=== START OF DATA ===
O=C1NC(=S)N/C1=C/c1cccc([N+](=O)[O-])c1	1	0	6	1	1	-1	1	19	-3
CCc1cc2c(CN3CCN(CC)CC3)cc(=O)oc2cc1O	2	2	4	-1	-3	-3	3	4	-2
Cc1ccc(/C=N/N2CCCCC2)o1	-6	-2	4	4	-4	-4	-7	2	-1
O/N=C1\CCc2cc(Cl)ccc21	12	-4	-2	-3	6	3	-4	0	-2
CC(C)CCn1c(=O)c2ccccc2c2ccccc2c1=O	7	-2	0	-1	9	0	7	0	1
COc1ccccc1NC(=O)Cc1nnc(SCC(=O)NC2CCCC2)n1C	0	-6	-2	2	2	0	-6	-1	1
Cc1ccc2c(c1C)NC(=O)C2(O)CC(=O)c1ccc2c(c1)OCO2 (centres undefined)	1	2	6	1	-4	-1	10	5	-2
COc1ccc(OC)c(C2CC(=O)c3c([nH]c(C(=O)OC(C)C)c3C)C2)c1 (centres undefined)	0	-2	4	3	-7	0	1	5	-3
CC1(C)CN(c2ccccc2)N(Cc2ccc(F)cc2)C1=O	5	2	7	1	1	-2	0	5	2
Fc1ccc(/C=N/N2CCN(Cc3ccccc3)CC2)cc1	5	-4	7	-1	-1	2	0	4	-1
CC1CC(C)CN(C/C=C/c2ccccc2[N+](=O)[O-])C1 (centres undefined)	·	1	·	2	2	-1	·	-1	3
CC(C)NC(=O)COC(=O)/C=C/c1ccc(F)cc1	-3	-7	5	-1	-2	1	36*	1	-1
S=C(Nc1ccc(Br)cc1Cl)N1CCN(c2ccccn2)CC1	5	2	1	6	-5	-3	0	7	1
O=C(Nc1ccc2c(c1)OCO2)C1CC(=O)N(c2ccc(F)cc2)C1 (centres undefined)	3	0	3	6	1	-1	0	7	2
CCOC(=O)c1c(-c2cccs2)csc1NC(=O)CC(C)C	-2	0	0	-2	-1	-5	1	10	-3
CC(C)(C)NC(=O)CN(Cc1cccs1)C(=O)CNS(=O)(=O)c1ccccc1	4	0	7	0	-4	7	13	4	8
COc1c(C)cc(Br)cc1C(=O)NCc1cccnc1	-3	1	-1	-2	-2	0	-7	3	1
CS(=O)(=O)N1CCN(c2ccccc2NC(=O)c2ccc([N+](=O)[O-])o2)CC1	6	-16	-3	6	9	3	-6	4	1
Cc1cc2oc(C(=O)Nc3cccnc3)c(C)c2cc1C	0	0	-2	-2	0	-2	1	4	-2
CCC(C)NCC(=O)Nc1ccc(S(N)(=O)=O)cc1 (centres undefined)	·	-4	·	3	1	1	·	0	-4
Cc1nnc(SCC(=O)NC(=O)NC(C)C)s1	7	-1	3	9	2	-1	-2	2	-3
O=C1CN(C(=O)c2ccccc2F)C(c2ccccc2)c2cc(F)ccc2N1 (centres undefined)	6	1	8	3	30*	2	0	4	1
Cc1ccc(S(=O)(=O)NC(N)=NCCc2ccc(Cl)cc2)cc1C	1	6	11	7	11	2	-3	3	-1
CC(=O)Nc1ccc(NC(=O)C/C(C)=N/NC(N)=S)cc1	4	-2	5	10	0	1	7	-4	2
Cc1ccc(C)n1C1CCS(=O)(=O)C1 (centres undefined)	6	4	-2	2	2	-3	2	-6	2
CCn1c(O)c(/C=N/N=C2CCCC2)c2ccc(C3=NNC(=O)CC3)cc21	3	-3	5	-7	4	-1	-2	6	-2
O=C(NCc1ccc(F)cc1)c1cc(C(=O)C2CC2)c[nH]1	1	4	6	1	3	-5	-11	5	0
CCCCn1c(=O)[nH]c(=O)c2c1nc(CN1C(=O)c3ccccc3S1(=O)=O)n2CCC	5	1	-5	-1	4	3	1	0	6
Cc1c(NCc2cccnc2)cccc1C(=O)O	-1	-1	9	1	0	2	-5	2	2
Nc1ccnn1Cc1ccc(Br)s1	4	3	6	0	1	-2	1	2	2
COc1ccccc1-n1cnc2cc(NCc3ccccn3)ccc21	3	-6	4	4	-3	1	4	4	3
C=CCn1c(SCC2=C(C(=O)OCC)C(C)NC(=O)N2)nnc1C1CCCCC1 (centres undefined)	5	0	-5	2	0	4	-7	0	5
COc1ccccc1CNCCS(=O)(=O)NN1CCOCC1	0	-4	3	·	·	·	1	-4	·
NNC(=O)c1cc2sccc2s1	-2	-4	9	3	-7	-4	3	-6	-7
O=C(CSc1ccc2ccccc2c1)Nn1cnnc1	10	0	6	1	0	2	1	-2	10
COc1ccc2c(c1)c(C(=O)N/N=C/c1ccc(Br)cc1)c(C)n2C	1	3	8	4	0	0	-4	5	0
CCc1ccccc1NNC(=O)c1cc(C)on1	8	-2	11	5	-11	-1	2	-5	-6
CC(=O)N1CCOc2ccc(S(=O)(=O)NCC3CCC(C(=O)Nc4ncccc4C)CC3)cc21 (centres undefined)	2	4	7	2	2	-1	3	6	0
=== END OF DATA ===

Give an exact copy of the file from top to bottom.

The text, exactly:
O=C1NC(=S)N/C1=C/c1cccc([N+](=O)[O-])c1	1	0	6	1	1	-1	1	19	-3
CCc1cc2c(CN3CCN(CC)CC3)cc(=O)oc2cc1O	2	2	4	-1	-3	-3	3	4	-2
Cc1ccc(/C=N/N2CCCCC2)o1	-6	-2	4	4	-4	-4	-7	2	-1
O/N=C1\CCc2cc(Cl)ccc21	12	-4	-2	-3	6	3	-4	0	-2
CC(C)CCn1c(=O)c2ccccc2c2ccccc2c1=O	7	-2	0	-1	9	0	7	0	1
COc1ccccc1NC(=O)Cc1nnc(SCC(=O)NC2CCCC2)n1C	0	-6	-2	2	2	0	-6	-1	1
Cc1ccc2c(c1C)NC(=O)C2(O)CC(=O)c1ccc2c(c1)OCO2 (centres undefined)	1	2	6	1	-4	-1	10	5	-2
COc1ccc(OC)c(C2CC(=O)c3c([nH]c(C(=O)OC(C)C)c3C)C2)c1 (centres undefined)	0	-2	4	3	-7	0	1	5	-3
CC1(C)CN(c2ccccc2)N(Cc2ccc(F)cc2)C1=O	5	2	7	1	1	-2	0	5	2
Fc1ccc(/C=N/N2CCN(Cc3ccccc3)CC2)cc1	5	-4	7	-1	-1	2	0	4	-1
CC1CC(C)CN(C/C=C/c2ccccc2[N+](=O)[O-])C1 (centres undefined)	·	1	·	2	2	-1	·	-1	3
CC(C)NC(=O)COC(=O)/C=C/c1ccc(F)cc1	-3	-7	5	-1	-2	1	36*	1	-1
S=C(Nc1ccc(Br)cc1Cl)N1CCN(c2ccccn2)CC1	5	2	1	6	-5	-3	0	7	1
O=C(Nc1ccc2c(c1)OCO2)C1CC(=O)N(c2ccc(F)cc2)C1 (centres undefined)	3	0	3	6	1	-1	0	7	2
CCOC(=O)c1c(-c2cccs2)csc1NC(=O)CC(C)C	-2	0	0	-2	-1	-5	1	10	-3
CC(C)(C)NC(=O)CN(Cc1cccs1)C(=O)CNS(=O)(=O)c1ccccc1	4	0	7	0	-4	7	13	4	8
COc1c(C)cc(Br)cc1C(=O)NCc1cccnc1	-3	1	-1	-2	-2	0	-7	3	1
CS(=O)(=O)N1CCN(c2ccccc2NC(=O)c2ccc([N+](=O)[O-])o2)CC1	6	-16	-3	6	9	3	-6	4	1
Cc1cc2oc(C(=O)Nc3cccnc3)c(C)c2cc1C	0	0	-2	-2	0	-2	1	4	-2
CCC(C)NCC(=O)Nc1ccc(S(N)(=O)=O)cc1 (centres undefined)	·	-4	·	3	1	1	·	0	-4
Cc1nnc(SCC(=O)NC(=O)NC(C)C)s1	7	-1	3	9	2	-1	-2	2	-3
O=C1CN(C(=O)c2ccccc2F)C(c2ccccc2)c2cc(F)ccc2N1 (centres undefined)	6	1	8	3	30*	2	0	4	1
Cc1ccc(S(=O)(=O)NC(N)=NCCc2ccc(Cl)cc2)cc1C	1	6	11	7	11	2	-3	3	-1
CC(=O)Nc1ccc(NC(=O)C/C(C)=N/NC(N)=S)cc1	4	-2	5	10	0	1	7	-4	2
Cc1ccc(C)n1C1CCS(=O)(=O)C1 (centres undefined)	6	4	-2	2	2	-3	2	-6	2
CCn1c(O)c(/C=N/N=C2CCCC2)c2ccc(C3=NNC(=O)CC3)cc21	3	-3	5	-7	4	-1	-2	6	-2
O=C(NCc1ccc(F)cc1)c1cc(C(=O)C2CC2)c[nH]1	1	4	6	1	3	-5	-11	5	0
CCCCn1c(=O)[nH]c(=O)c2c1nc(CN1C(=O)c3ccccc3S1(=O)=O)n2CCC	5	1	-5	-1	4	3	1	0	6
Cc1c(NCc2cccnc2)cccc1C(=O)O	-1	-1	9	1	0	2	-5	2	2
Nc1ccnn1Cc1ccc(Br)s1	4	3	6	0	1	-2	1	2	2
COc1ccccc1-n1cnc2cc(NCc3ccccn3)ccc21	3	-6	4	4	-3	1	4	4	3
C=CCn1c(SCC2=C(C(=O)OCC)C(C)NC(=O)N2)nnc1C1CCCCC1 (centres undefined)	5	0	-5	2	0	4	-7	0	5
COc1ccccc1CNCCS(=O)(=O)NN1CCOCC1	0	-4	3	·	·	·	1	-4	·
NNC(=O)c1cc2sccc2s1	-2	-4	9	3	-7	-4	3	-6	-7
O=C(CSc1ccc2ccccc2c1)Nn1cnnc1	10	0	6	1	0	2	1	-2	10
COc1ccc2c(c1)c(C(=O)N/N=C/c1ccc(Br)cc1)c(C)n2C	1	3	8	4	0	0	-4	5	0
CCc1ccccc1NNC(=O)c1cc(C)on1	8	-2	11	5	-11	-1	2	-5	-6
CC(=O)N1CCOc2ccc(S(=O)(=O)NCC3CCC(C(=O)Nc4ncccc4C)CC3)cc21 (centres undefined)	2	4	7	2	2	-1	3	6	0